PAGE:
Section 27 makes it clear that impairment losses should be recognised in the profit and loss account unless it relates to a revalued asset, in which case it will go to the revaluation reserve first. However, under old GAAP, impairment losses should be recognised in the profit and loss account regardless of whether the asset was revalued or not, where it was due to the consumption of economic benefits.
Other standards affecting Section 27 where differences arise:
Section 35 – Transition to FRS 102 – Ability to show the deemed cost equal to the revalued value such that these assets are not considered to be revalued assets and instead that is deemed to be the cost of the asset.
What are the key points?
Impairment review only required to be performed if indicators of an impairment exists.
Indicators of impairment as defined in Section 27.9 are:
- An asset’s market value has declined significantly more than would be expected as a result of the passage of time;
- Significant changes occurred/are due to occur in technology, market, economic or legal environment;
- Market interest rates have increased during the period which are likely to affect materially the discount rate and value in use;
- The carrying amount of the net assets is more than the estimated fair value of the entity as a whole;
- Evidence available of obsolescence and damage of an asset;
- Significant changes with adverse effect on the entity have or is due to take place which, in the extent to which an asset is used/expected to be used e.g. plans to restructure, make idle or discontinue an operation;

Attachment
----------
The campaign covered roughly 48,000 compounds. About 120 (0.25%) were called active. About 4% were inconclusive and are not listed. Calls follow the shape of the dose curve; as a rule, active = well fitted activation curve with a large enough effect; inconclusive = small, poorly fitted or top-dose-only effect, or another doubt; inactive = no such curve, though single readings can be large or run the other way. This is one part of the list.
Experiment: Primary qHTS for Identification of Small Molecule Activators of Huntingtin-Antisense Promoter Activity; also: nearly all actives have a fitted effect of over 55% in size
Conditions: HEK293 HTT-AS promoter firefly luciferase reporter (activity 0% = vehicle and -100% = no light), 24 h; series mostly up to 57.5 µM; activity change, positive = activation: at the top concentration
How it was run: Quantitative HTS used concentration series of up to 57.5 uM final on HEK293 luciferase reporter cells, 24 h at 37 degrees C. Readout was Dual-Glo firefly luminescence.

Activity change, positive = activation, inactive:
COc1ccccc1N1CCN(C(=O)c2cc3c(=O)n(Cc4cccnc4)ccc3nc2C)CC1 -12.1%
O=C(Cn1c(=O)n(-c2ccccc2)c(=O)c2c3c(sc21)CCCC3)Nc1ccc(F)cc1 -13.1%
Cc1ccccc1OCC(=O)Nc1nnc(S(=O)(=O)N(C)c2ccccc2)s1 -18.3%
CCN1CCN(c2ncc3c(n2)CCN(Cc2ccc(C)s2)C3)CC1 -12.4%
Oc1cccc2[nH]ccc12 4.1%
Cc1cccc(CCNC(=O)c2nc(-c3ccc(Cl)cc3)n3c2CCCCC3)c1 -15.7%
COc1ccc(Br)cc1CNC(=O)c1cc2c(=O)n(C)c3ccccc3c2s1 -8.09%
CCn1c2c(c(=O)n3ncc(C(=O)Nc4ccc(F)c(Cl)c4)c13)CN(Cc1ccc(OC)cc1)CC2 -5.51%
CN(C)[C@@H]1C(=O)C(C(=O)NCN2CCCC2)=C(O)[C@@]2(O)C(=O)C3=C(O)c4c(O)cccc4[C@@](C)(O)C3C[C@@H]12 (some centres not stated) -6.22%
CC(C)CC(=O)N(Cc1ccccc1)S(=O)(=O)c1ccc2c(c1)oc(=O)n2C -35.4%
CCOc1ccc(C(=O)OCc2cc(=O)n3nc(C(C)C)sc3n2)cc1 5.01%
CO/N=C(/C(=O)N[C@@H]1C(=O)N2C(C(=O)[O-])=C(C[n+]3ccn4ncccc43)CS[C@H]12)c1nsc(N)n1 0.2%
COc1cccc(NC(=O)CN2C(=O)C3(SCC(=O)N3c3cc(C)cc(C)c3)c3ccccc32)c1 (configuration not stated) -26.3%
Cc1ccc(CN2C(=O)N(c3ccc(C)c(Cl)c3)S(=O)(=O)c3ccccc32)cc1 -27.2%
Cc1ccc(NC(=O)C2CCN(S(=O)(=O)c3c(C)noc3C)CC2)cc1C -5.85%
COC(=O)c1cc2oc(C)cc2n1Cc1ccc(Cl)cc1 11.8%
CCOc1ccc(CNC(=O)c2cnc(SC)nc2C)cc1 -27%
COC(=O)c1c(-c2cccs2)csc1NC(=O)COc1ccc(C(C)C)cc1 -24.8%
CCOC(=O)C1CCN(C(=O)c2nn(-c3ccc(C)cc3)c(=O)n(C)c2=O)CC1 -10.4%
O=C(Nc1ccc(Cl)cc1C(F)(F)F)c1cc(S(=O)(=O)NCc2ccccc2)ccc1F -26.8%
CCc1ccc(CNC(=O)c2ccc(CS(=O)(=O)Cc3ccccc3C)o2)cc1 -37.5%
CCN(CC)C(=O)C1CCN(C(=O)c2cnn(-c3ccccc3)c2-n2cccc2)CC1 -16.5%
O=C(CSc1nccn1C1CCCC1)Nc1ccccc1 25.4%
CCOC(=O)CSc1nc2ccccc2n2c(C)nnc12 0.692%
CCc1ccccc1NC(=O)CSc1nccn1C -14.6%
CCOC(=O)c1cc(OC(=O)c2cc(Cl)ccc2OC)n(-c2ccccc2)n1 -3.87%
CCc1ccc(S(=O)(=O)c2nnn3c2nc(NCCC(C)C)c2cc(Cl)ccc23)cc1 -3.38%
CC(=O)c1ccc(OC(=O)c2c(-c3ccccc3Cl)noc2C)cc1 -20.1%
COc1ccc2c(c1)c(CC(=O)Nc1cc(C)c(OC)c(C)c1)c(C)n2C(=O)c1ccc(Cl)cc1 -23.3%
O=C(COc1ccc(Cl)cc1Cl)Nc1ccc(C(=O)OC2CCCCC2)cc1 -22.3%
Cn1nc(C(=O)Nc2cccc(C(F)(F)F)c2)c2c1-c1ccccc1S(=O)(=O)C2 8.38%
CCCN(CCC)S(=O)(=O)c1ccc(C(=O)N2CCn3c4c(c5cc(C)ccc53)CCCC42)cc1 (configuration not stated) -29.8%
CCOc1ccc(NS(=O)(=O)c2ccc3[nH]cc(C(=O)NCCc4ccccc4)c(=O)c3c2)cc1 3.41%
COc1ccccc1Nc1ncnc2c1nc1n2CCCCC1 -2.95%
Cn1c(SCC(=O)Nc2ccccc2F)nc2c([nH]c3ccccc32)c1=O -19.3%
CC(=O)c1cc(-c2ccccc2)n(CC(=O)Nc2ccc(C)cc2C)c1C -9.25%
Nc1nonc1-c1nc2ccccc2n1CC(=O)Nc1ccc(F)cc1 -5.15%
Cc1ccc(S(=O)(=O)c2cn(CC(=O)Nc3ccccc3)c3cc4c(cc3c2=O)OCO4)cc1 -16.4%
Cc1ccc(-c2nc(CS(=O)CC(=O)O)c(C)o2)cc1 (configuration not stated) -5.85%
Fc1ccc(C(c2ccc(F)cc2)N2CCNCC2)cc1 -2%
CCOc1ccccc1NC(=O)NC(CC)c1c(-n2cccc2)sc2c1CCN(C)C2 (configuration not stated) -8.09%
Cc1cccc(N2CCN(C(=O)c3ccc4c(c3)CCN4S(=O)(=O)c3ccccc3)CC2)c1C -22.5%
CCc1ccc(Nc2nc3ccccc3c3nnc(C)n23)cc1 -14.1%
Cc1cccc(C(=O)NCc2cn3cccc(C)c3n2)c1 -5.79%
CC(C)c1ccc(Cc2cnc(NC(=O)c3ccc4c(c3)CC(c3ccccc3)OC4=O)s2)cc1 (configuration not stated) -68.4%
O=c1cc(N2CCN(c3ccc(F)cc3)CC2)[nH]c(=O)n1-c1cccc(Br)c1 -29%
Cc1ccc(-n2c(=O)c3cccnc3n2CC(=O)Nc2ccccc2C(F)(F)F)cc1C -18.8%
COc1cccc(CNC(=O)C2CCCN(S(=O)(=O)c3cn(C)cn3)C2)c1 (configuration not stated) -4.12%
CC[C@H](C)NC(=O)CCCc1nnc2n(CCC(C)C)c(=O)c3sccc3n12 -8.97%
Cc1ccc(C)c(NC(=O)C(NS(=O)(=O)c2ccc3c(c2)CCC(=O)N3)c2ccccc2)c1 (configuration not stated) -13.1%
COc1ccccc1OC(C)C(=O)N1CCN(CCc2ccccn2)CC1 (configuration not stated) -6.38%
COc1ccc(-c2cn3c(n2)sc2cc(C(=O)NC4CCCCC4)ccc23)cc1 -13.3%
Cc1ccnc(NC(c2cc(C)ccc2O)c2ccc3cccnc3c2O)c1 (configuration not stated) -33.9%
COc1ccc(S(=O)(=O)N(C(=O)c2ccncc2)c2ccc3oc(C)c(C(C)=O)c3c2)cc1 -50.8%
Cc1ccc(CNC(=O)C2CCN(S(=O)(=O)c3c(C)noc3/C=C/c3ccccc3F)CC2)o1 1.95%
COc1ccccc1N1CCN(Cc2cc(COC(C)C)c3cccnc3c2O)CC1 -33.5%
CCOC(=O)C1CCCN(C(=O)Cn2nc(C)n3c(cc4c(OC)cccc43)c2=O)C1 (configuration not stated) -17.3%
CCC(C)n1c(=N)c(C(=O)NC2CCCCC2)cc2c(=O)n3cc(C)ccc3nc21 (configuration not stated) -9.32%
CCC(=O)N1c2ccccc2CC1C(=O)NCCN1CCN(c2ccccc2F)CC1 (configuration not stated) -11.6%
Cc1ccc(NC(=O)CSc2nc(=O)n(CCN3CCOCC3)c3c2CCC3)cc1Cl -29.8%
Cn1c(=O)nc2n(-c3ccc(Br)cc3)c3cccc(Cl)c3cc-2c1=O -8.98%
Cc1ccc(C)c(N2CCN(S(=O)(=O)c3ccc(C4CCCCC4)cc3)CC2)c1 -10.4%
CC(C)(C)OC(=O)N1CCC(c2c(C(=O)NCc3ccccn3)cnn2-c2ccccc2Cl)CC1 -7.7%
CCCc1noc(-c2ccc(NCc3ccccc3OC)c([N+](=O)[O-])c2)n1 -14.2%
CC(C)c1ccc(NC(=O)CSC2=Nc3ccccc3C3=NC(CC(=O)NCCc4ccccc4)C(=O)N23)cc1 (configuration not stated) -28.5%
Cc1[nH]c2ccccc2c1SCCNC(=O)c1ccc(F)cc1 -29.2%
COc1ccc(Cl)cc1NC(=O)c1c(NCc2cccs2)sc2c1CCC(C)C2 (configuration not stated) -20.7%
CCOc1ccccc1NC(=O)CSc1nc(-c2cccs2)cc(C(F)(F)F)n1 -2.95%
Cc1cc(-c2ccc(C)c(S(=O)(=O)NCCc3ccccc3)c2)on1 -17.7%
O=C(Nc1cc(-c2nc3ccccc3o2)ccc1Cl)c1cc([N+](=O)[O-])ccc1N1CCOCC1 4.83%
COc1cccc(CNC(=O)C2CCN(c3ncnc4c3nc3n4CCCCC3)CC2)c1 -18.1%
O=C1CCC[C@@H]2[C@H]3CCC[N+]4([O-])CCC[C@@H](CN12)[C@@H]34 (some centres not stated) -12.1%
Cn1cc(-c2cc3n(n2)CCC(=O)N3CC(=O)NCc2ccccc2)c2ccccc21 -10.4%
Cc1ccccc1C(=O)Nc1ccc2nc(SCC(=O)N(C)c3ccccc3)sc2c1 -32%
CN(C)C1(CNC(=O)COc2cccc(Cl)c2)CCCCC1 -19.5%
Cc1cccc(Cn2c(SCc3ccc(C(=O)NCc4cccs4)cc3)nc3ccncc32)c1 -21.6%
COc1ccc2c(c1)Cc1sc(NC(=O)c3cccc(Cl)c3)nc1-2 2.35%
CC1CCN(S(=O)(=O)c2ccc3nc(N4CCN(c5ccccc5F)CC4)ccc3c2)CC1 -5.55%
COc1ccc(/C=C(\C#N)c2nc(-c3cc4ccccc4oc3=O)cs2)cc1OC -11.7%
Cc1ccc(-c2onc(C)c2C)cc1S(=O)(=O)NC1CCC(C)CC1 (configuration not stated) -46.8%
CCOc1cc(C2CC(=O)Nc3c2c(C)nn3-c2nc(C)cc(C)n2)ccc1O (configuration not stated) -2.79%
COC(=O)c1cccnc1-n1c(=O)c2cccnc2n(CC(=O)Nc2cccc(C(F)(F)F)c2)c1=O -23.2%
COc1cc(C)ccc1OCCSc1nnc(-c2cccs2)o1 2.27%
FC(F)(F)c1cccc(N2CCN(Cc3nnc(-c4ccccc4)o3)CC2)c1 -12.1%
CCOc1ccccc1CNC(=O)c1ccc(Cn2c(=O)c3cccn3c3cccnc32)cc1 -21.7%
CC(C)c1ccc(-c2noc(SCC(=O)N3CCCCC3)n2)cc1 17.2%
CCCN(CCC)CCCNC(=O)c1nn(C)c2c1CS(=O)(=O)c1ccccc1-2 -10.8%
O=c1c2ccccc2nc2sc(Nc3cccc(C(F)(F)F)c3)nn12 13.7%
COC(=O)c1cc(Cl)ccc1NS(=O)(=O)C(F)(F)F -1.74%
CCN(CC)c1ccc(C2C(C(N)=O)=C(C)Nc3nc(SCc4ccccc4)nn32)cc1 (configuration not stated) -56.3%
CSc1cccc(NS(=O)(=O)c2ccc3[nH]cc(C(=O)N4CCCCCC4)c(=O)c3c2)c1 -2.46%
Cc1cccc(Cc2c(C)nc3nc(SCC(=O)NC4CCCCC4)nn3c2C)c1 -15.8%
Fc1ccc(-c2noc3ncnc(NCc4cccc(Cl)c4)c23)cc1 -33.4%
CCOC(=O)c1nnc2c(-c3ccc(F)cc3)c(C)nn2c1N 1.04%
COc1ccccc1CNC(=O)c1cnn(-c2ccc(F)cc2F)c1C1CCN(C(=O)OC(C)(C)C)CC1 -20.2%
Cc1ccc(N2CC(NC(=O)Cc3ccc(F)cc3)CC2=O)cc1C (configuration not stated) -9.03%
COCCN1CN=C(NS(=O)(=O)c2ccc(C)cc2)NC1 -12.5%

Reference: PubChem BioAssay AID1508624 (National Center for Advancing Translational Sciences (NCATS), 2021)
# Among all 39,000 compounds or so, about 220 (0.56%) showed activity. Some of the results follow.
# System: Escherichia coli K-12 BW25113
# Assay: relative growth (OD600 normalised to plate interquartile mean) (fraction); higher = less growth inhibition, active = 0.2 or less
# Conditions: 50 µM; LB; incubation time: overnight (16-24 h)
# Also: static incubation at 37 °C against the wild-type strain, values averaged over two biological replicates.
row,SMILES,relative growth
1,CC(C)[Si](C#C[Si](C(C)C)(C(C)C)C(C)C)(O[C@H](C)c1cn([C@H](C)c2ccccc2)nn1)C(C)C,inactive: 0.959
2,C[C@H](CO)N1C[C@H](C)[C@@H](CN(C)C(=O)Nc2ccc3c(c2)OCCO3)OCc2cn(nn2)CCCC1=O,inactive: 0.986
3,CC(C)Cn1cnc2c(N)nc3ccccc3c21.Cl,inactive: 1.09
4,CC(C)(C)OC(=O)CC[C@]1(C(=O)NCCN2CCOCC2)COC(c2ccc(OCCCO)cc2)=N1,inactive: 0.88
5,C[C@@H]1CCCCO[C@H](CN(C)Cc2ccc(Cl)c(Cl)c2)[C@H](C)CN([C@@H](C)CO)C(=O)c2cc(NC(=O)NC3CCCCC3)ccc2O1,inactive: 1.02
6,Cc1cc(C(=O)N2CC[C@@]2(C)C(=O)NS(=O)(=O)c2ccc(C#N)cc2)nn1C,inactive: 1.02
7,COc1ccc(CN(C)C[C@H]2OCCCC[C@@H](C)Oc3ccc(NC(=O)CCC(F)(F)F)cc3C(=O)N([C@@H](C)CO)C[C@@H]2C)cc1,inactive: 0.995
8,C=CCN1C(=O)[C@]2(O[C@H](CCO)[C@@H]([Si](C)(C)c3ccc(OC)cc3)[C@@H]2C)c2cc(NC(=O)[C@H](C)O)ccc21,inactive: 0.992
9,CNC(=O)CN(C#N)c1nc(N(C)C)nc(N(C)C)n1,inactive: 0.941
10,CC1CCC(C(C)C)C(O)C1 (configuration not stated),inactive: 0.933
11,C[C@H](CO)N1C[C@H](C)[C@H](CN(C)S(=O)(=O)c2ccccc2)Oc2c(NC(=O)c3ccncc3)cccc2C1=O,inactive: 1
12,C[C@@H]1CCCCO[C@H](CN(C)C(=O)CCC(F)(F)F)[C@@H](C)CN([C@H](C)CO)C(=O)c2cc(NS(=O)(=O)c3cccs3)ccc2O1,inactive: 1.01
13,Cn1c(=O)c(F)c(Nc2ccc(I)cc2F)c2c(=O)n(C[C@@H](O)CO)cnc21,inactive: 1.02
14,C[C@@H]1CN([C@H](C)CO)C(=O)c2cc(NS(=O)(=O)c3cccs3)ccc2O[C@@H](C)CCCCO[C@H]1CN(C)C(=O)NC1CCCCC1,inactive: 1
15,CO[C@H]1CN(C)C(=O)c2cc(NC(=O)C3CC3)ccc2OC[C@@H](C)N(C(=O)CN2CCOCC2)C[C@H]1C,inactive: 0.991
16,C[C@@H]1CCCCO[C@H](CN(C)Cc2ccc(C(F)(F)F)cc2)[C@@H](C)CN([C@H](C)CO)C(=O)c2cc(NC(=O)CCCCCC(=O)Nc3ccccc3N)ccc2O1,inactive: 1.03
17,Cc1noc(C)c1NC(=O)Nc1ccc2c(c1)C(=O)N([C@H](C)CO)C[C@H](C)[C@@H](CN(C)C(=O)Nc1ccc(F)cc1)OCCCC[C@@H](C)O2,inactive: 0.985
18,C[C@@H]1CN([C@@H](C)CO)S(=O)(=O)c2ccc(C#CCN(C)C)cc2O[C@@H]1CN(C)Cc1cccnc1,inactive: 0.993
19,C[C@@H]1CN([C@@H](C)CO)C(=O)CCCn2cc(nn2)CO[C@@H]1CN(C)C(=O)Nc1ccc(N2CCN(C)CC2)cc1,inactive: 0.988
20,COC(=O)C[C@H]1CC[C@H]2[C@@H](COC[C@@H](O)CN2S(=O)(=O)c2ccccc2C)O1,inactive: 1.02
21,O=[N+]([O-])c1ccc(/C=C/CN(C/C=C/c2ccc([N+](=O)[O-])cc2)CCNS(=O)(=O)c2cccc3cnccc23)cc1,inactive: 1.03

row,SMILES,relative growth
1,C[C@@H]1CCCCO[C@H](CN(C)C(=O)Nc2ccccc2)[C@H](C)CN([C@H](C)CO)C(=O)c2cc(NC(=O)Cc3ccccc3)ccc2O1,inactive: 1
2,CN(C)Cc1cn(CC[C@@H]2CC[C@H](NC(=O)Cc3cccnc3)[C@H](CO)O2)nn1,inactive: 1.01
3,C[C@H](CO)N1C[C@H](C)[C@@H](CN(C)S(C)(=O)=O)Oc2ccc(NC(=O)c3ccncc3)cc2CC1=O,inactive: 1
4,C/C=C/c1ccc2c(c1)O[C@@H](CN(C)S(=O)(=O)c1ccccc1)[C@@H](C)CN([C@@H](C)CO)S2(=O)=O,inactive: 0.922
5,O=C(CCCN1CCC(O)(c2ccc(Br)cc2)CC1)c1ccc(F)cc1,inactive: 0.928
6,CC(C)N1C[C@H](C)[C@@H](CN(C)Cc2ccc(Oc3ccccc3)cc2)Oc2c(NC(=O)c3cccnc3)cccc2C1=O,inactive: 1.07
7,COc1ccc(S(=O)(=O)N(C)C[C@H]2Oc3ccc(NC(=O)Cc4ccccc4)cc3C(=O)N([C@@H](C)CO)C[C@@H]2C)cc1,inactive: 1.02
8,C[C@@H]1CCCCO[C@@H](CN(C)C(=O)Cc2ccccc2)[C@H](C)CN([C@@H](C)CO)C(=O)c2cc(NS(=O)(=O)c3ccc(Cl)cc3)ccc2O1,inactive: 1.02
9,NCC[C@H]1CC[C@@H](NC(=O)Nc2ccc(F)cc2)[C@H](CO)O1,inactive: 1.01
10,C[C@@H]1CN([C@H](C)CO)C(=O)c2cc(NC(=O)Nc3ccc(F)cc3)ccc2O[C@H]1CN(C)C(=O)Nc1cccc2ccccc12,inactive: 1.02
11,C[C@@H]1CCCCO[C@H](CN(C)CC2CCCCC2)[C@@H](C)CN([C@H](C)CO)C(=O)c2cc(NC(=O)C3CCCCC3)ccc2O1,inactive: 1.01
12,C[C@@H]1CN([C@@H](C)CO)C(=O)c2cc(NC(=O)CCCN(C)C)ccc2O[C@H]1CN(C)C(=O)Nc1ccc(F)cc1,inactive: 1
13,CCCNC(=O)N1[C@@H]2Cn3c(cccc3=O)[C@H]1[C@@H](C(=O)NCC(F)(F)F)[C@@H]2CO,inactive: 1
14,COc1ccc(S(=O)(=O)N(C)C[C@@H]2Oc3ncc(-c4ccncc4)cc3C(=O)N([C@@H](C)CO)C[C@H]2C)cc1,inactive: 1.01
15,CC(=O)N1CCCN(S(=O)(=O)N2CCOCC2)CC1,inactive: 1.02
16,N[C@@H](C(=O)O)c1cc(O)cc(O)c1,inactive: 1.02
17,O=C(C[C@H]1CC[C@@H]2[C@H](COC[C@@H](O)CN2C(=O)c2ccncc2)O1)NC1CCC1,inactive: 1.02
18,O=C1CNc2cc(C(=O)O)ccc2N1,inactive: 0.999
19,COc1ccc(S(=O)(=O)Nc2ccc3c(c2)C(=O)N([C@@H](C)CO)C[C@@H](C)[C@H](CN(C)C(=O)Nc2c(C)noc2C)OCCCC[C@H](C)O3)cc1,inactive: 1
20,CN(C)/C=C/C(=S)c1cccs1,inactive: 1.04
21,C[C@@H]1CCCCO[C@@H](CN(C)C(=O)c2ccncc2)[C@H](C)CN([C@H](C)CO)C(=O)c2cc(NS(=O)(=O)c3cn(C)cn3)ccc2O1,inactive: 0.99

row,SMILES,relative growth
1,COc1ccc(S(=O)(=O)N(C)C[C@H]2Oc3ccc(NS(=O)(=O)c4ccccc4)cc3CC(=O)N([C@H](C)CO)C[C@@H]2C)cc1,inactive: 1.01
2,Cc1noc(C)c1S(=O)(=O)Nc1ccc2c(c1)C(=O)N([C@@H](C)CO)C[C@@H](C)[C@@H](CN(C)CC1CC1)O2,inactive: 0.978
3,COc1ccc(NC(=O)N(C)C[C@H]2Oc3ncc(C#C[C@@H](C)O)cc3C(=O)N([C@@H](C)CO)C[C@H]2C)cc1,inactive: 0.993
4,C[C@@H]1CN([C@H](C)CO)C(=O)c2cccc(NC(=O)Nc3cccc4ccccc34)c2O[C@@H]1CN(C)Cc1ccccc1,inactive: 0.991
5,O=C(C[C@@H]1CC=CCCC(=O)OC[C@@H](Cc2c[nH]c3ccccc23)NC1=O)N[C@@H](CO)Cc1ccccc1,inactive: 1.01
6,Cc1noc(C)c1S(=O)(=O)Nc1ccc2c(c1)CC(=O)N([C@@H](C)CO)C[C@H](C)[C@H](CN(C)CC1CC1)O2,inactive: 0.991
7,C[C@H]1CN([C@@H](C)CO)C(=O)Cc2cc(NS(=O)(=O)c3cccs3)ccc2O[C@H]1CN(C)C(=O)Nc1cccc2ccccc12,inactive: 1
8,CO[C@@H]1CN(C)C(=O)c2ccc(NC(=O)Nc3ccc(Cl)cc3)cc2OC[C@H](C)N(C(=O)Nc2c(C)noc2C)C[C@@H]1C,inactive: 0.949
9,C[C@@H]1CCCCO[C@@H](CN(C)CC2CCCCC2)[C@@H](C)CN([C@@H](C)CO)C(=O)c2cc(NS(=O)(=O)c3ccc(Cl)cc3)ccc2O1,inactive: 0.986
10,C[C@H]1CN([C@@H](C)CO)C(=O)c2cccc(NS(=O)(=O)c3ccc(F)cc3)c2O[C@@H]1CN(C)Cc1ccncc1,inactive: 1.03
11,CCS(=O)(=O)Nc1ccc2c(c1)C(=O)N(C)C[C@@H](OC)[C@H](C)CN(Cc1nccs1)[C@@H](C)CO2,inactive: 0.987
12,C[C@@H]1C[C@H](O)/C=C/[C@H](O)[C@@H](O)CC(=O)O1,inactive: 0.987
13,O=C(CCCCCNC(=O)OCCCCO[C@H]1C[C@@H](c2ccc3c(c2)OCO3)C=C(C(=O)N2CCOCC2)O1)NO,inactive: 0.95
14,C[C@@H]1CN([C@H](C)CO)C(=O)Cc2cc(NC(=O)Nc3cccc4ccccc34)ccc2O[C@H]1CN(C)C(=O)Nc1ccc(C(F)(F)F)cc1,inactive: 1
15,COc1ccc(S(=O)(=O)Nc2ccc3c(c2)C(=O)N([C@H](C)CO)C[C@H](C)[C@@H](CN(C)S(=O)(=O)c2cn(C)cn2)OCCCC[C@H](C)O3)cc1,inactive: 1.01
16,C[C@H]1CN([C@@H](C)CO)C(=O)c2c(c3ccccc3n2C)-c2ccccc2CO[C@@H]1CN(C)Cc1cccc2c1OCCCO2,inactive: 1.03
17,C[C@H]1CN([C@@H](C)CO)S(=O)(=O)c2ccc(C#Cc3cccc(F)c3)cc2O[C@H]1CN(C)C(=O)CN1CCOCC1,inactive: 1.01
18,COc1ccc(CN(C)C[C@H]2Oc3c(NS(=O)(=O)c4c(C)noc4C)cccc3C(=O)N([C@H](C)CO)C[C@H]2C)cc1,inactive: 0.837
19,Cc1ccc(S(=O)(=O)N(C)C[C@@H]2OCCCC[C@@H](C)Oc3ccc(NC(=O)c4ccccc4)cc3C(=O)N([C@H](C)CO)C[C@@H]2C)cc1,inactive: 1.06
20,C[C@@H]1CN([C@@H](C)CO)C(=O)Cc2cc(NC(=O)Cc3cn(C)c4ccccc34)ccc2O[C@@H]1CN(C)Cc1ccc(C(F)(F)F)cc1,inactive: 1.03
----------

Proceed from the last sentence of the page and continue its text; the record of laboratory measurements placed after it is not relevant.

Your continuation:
- Reassessment of an asset from infinite to finite; and
- Evidence showing the economic environment of an asset is worse than expected.
A cash generating unit is the smallest identifiable group of assets that generates cash inflows that are largely independent of the cash inflows from other assets or group of assets.
An impairment exists if the recoverable amount is less than the carrying amount.
The recoverable amount of an asset or cash generating unit is the higher of its fair value less costs to sell and its value in use.
Fair value less costs to sell is based on the sale of the asset in an arm’s length transaction between knowledgeable and willing parties.
Value in use is the present value of the future cash flows expected to be derived from the asset.
If an impairment loss arises on a cash generating unit, it is allocated first against goodwill and then against other assets of the unit, prorata based on their carrying values.
For individual assets, reversals are recognised in profit or loss (or in other comprehensive income, for previously revalued assets in accordance with the requirements of the relevant section). The asset carrying value is never restored to more than what it would have been had the impairment never occurred.
For cash generating units, the reversal is allocated pro-rata to the assets in the unit, excluding goodwill.
Future of cash flows included in the value in use calculation cannot include future cash flows from future restructuring or improvements to the asset’s performance. The pre-tax discount rate should be used.
What do accountants need to do?
Be aware of the differences between old GAAP and FRS 102 in relation to impairments so that they can advise clients of these. Get to know the new standard in detail.
Advise clients who have previously had to carry out impairment reviews on an annual basis, that this may no longer be required if there are no indicators of impairment. Similarly, advise clients of the non-necessity for a look back test under Section 27.
What do companies need to do?
Be aware of the differences between old GAAP and FRS 102 in relation to impairments and the non-necessity of performing impairment reviews on an annual basis or performing a look back test in future years following an impairment.
Be aware of the method in which an impairment should be set off so that companies correctly account for these under FRS 102.